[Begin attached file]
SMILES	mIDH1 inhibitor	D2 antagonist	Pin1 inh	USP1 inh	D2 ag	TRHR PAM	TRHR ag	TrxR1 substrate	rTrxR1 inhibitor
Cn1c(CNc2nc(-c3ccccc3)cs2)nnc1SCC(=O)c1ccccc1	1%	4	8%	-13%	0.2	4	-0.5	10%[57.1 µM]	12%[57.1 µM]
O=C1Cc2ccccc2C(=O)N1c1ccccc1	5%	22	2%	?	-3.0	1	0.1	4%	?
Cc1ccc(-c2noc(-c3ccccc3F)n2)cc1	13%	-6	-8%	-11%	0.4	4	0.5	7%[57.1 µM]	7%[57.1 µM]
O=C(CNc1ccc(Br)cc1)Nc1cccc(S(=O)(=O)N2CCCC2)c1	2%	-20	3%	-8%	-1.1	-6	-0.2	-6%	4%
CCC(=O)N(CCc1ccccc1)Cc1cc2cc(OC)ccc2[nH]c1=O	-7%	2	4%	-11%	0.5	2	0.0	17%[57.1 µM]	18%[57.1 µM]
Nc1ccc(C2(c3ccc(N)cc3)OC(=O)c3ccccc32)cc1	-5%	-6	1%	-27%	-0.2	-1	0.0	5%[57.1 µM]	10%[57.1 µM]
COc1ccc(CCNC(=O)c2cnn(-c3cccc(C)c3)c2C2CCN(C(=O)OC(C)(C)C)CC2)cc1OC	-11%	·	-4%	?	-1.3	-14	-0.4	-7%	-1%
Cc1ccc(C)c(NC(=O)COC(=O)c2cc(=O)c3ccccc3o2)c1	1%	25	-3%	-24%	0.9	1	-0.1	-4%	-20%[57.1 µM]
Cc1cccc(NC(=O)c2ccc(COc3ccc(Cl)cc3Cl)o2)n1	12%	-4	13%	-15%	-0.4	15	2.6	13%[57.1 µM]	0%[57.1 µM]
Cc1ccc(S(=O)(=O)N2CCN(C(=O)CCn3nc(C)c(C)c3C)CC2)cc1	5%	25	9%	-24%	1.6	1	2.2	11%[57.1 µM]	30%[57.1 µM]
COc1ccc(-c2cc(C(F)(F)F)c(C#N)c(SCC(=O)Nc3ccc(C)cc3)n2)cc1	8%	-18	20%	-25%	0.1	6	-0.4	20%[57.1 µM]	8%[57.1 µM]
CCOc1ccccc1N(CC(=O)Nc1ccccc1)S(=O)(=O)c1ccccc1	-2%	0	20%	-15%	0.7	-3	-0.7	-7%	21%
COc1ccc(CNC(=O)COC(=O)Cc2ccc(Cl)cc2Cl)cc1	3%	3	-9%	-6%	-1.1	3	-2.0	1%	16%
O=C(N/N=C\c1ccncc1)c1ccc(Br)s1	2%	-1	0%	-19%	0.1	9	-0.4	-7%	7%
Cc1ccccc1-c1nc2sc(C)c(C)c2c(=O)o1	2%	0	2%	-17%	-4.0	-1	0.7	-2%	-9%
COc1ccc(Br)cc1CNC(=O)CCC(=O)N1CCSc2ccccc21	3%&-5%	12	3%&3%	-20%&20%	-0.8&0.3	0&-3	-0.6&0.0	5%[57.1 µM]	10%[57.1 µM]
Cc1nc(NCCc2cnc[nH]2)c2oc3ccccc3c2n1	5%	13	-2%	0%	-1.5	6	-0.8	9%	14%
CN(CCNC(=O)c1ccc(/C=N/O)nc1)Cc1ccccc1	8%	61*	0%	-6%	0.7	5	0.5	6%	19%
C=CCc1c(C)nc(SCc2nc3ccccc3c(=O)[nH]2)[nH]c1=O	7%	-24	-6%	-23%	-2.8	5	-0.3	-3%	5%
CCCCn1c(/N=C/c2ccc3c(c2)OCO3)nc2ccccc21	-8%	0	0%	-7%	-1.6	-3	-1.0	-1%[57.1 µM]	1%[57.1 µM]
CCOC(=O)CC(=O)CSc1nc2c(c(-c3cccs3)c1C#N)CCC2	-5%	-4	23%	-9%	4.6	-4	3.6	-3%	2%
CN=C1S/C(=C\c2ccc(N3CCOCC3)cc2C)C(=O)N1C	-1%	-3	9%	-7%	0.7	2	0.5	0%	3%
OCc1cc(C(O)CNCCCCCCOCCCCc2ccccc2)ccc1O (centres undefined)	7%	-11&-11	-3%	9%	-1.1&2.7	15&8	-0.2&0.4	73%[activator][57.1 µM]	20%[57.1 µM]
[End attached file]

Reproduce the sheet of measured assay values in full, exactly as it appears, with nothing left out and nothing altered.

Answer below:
SMILES	mIDH1 inhibitor	D2 antagonist	Pin1 inh	USP1 inh	D2 ag	TRHR PAM	TRHR ag	TrxR1 substrate	rTrxR1 inhibitor
Cn1c(CNc2nc(-c3ccccc3)cs2)nnc1SCC(=O)c1ccccc1	1%	4	8%	-13%	0.2	4	-0.5	10%[57.1 µM]	12%[57.1 µM]
O=C1Cc2ccccc2C(=O)N1c1ccccc1	5%	22	2%	?	-3.0	1	0.1	4%	?
Cc1ccc(-c2noc(-c3ccccc3F)n2)cc1	13%	-6	-8%	-11%	0.4	4	0.5	7%[57.1 µM]	7%[57.1 µM]
O=C(CNc1ccc(Br)cc1)Nc1cccc(S(=O)(=O)N2CCCC2)c1	2%	-20	3%	-8%	-1.1	-6	-0.2	-6%	4%
CCC(=O)N(CCc1ccccc1)Cc1cc2cc(OC)ccc2[nH]c1=O	-7%	2	4%	-11%	0.5	2	0.0	17%[57.1 µM]	18%[57.1 µM]
Nc1ccc(C2(c3ccc(N)cc3)OC(=O)c3ccccc32)cc1	-5%	-6	1%	-27%	-0.2	-1	0.0	5%[57.1 µM]	10%[57.1 µM]
COc1ccc(CCNC(=O)c2cnn(-c3cccc(C)c3)c2C2CCN(C(=O)OC(C)(C)C)CC2)cc1OC	-11%	·	-4%	?	-1.3	-14	-0.4	-7%	-1%
Cc1ccc(C)c(NC(=O)COC(=O)c2cc(=O)c3ccccc3o2)c1	1%	25	-3%	-24%	0.9	1	-0.1	-4%	-20%[57.1 µM]
Cc1cccc(NC(=O)c2ccc(COc3ccc(Cl)cc3Cl)o2)n1	12%	-4	13%	-15%	-0.4	15	2.6	13%[57.1 µM]	0%[57.1 µM]
Cc1ccc(S(=O)(=O)N2CCN(C(=O)CCn3nc(C)c(C)c3C)CC2)cc1	5%	25	9%	-24%	1.6	1	2.2	11%[57.1 µM]	30%[57.1 µM]
COc1ccc(-c2cc(C(F)(F)F)c(C#N)c(SCC(=O)Nc3ccc(C)cc3)n2)cc1	8%	-18	20%	-25%	0.1	6	-0.4	20%[57.1 µM]	8%[57.1 µM]
CCOc1ccccc1N(CC(=O)Nc1ccccc1)S(=O)(=O)c1ccccc1	-2%	0	20%	-15%	0.7	-3	-0.7	-7%	21%
COc1ccc(CNC(=O)COC(=O)Cc2ccc(Cl)cc2Cl)cc1	3%	3	-9%	-6%	-1.1	3	-2.0	1%	16%
O=C(N/N=C\c1ccncc1)c1ccc(Br)s1	2%	-1	0%	-19%	0.1	9	-0.4	-7%	7%
Cc1ccccc1-c1nc2sc(C)c(C)c2c(=O)o1	2%	0	2%	-17%	-4.0	-1	0.7	-2%	-9%
COc1ccc(Br)cc1CNC(=O)CCC(=O)N1CCSc2ccccc21	3%&-5%	12	3%&3%	-20%&20%	-0.8&0.3	0&-3	-0.6&0.0	5%[57.1 µM]	10%[57.1 µM]
Cc1nc(NCCc2cnc[nH]2)c2oc3ccccc3c2n1	5%	13	-2%	0%	-1.5	6	-0.8	9%	14%
CN(CCNC(=O)c1ccc(/C=N/O)nc1)Cc1ccccc1	8%	61*	0%	-6%	0.7	5	0.5	6%	19%
C=CCc1c(C)nc(SCc2nc3ccccc3c(=O)[nH]2)[nH]c1=O	7%	-24	-6%	-23%	-2.8	5	-0.3	-3%	5%
CCCCn1c(/N=C/c2ccc3c(c2)OCO3)nc2ccccc21	-8%	0	0%	-7%	-1.6	-3	-1.0	-1%[57.1 µM]	1%[57.1 µM]
CCOC(=O)CC(=O)CSc1nc2c(c(-c3cccs3)c1C#N)CCC2	-5%	-4	23%	-9%	4.6	-4	3.6	-3%	2%
CN=C1S/C(=C\c2ccc(N3CCOCC3)cc2C)C(=O)N1C	-1%	-3	9%	-7%	0.7	2	0.5	0%	3%
OCc1cc(C(O)CNCCCCCCOCCCCc2ccccc2)ccc1O (centres undefined)	7%	-11&-11	-3%	9%	-1.1&2.7	15&8	-0.2&0.4	73%[activator][57.1 µM]	20%[57.1 µM]